Take the 2-minute tour ×
Super User is a question and answer site for computer enthusiasts and power users. It's 100% free, no registration required.

I have a KSH script that exports an environment variable (export SOME_VAR=123)

After running the script my current shell is unaffected and echo $SOME_VAR produces nothing.

I tried running . myScript.ksh but got the following error:

.: Permission denied.

Permissions for . are drwxr-xr-x

Any idea? (I'm not root)

share|improve this question
    
What permissions does myScript.ksh have? Is it readable? (Using . name is the correct way, since a process cannot update its parent's environment, which is why running the script "as a script" did not work.) –  grawity Aug 29 '11 at 13:18
    
The script's permissions are -rwxr-xr-x - and it runs when invoking it without . before it. Can it be related to the fact my shell is TCSH? –  RonK Aug 29 '11 at 13:29
    
Yes, it could. (See answer below.) –  grawity Aug 29 '11 at 13:34

1 Answer 1

up vote 3 down vote accepted

You are using tcsh as your shell:

  1. tcsh does not have a . command – only source.

    > source myScript.ksh
    

    In sh, ksh and bash shells, "." is a built-in command, unrelated to the "current directory" usage of "."

    In csh and tcsh, no such built-in exists (the equivalent is named "source"), and using . will attempt to execute a directory, hence the "Permission denied" error.

  2. tcsh is a csh derivative, and uses a very different syntax for setting environment variables:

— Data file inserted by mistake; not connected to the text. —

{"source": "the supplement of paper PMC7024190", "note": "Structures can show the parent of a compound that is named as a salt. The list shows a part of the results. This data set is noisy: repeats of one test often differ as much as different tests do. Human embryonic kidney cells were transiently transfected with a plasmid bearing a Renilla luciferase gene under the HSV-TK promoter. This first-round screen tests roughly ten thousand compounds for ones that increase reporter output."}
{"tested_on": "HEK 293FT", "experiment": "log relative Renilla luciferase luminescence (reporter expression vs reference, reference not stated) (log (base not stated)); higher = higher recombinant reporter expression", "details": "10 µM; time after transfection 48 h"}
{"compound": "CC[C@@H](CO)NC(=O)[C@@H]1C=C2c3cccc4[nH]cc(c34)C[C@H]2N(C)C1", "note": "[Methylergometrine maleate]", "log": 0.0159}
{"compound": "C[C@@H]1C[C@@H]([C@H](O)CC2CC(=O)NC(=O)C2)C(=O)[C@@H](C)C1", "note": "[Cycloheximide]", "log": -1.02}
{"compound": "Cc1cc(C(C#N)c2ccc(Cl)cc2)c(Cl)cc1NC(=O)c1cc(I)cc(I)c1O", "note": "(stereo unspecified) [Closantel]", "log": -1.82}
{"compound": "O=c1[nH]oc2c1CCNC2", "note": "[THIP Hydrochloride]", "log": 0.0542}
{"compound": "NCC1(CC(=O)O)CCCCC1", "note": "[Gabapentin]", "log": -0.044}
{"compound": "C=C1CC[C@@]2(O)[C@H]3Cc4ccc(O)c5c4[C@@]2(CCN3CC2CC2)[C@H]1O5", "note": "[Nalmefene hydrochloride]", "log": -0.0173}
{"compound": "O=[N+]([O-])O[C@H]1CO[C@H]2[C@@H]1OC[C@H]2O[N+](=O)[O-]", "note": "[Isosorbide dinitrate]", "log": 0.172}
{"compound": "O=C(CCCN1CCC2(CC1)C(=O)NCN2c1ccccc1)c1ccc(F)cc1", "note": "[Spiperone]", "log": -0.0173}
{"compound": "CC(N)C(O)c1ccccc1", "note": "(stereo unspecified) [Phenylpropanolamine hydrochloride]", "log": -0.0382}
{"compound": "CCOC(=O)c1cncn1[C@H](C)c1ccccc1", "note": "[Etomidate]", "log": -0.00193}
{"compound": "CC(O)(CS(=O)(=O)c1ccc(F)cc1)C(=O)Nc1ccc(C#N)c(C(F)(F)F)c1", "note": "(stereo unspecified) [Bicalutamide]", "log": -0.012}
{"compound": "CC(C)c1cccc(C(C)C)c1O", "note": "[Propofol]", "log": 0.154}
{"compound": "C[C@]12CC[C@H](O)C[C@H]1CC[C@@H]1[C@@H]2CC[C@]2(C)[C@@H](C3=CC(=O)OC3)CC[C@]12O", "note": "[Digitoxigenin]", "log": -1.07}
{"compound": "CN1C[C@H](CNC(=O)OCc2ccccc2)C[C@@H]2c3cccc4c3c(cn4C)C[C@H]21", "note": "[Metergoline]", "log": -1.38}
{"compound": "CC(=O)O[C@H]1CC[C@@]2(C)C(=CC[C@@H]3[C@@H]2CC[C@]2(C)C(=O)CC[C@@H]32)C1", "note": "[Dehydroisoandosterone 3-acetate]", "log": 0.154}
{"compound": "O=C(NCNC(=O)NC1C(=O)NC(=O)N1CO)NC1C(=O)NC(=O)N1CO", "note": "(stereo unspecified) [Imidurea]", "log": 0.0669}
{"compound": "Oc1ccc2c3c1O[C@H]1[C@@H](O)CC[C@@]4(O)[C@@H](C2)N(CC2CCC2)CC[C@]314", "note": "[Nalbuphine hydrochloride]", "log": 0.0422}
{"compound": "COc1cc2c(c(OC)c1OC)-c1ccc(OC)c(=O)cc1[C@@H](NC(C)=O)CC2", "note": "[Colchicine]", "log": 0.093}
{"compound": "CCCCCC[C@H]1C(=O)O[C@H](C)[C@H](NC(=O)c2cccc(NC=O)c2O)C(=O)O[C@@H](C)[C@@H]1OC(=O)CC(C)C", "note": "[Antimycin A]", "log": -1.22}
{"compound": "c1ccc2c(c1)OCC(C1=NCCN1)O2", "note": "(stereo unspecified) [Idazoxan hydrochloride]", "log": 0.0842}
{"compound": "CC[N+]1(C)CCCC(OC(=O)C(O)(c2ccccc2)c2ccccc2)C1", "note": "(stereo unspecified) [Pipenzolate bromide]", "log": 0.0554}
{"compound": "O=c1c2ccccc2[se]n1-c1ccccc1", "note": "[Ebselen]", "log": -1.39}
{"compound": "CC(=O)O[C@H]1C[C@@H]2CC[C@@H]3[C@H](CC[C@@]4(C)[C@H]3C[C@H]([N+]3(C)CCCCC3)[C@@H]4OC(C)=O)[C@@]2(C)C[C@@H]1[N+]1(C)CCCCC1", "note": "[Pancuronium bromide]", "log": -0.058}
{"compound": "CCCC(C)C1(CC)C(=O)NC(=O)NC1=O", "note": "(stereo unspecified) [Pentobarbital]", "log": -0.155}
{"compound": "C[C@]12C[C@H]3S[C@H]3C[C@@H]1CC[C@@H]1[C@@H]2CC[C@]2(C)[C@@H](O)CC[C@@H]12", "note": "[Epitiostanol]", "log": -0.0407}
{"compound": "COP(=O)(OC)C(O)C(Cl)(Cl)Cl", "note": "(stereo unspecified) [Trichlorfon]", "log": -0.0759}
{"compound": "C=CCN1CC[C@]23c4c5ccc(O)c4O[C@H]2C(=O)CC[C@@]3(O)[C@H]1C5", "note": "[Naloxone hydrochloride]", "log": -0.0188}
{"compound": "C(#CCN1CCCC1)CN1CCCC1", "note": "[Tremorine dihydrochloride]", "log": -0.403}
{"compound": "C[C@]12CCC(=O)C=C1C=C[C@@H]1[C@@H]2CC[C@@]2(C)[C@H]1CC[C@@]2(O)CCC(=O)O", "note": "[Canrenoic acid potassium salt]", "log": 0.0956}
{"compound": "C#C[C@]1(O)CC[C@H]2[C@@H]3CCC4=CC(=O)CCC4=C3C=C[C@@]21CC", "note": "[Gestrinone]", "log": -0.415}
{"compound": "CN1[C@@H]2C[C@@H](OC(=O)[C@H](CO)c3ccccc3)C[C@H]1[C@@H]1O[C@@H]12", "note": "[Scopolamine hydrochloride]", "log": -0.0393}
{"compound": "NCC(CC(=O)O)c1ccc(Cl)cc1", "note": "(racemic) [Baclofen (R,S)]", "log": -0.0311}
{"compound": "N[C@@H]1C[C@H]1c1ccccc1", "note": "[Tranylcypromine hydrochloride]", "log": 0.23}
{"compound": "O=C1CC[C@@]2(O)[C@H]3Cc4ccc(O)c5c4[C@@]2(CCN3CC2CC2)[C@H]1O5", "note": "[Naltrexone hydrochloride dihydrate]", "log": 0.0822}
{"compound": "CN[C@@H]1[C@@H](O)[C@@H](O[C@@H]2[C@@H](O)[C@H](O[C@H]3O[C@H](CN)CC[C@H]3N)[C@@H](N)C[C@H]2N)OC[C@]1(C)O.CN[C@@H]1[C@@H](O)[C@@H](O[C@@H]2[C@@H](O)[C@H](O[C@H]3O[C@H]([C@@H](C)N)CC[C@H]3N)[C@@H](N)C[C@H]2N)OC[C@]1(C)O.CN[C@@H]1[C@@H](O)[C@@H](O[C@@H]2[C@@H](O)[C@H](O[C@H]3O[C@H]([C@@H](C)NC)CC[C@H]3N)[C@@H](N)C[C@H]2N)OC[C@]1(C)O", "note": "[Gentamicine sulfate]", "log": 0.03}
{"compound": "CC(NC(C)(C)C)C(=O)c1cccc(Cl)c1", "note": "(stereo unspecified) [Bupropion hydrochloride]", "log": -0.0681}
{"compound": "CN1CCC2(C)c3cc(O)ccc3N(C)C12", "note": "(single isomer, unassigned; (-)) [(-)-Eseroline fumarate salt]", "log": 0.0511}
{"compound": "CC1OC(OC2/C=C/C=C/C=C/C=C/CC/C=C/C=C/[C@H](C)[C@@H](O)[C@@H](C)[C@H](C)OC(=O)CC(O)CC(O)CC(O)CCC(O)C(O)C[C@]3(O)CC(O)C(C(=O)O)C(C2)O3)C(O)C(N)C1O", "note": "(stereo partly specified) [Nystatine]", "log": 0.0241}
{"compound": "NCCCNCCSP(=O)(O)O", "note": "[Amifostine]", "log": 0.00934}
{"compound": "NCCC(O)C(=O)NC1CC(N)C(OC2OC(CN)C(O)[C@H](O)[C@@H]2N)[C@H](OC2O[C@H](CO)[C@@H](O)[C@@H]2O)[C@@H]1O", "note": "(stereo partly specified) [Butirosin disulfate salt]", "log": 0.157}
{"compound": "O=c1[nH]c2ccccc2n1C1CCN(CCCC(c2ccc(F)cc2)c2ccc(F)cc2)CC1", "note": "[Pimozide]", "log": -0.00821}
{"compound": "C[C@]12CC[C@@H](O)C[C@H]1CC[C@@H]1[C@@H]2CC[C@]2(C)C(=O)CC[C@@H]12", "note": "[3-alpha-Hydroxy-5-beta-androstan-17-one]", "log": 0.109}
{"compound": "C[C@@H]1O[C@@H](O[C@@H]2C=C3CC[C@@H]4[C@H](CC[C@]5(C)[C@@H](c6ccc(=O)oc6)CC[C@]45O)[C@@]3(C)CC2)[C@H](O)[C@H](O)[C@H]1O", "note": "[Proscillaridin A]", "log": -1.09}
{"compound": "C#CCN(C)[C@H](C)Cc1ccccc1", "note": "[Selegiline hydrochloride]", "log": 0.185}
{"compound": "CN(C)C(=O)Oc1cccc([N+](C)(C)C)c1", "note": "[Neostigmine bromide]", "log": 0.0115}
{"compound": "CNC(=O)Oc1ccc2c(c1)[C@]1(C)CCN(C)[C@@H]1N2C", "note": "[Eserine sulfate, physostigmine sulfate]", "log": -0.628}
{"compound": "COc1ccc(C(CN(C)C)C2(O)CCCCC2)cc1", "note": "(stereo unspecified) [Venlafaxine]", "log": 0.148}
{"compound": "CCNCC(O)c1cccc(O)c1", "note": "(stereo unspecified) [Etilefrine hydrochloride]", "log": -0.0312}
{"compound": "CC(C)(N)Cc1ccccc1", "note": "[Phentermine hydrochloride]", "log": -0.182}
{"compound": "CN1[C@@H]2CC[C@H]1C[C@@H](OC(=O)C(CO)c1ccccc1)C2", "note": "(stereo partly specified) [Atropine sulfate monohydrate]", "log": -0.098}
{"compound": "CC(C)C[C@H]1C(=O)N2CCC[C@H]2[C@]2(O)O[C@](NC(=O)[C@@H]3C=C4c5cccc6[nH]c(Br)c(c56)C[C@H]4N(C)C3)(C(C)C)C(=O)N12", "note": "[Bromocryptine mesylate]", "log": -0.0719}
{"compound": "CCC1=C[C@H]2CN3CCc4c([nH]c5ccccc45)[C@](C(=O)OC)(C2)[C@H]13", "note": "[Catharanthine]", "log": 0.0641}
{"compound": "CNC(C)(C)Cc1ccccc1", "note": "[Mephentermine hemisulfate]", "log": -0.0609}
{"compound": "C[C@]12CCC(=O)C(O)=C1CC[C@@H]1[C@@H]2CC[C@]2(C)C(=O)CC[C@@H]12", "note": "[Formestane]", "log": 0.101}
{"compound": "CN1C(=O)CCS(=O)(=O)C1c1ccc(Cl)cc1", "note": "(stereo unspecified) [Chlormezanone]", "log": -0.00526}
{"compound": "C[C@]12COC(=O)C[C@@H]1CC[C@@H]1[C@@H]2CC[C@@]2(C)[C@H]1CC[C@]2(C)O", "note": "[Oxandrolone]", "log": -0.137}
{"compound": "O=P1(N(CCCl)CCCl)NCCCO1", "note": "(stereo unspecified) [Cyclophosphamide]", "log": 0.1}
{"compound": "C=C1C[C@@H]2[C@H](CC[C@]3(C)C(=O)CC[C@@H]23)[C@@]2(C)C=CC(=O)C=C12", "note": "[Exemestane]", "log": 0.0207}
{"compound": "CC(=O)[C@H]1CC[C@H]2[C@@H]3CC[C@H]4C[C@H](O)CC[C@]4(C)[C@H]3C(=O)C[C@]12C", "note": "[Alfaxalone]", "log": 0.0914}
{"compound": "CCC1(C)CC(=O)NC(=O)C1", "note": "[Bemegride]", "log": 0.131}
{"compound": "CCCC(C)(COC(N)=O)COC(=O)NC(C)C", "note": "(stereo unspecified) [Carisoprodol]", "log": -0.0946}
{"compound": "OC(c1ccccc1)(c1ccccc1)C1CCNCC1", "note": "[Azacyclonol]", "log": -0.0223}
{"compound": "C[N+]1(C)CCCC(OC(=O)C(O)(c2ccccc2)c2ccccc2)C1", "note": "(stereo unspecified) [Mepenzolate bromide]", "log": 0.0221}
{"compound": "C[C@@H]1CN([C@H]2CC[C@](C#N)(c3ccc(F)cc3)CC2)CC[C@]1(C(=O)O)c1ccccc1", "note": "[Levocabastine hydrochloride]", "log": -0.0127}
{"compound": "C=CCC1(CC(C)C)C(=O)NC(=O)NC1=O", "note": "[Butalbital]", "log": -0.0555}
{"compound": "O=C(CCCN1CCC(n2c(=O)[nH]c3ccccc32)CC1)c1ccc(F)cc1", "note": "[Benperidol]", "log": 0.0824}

setenv SOME_VAR 123
    

    This matters because using ./source causes the file's contents be executed in the current shell, meaning they have to be valid tcsh syntax.

share|improve this answer
    
Thank you - so to summarize, I cannot do what I wanted with a KSH script executed in a TCSH shell, right? –  RonK Aug 29 '11 at 14:31
    
@RonK: Right. If you want to change enviroment variables of your current shell, you have to use . or source, and for that you must use a script written specifically for your current shell. –  grawity Aug 29 '11 at 16:10
    
@RonK: There is another possibility — write a script, in any language that outputs (echo's) the apropriate setenv lines, then tell tcsh to evaluate that script's output: eval `./myscript`; this is somewhat fragile, though — you have to be very careful with output quoting. –  grawity Aug 29 '11 at 16:12

Your Answer

 
discard

By posting your answer, you agree to the privacy policy and terms of service.

Not the answer you're looking for? Browse other questions tagged or ask your own question.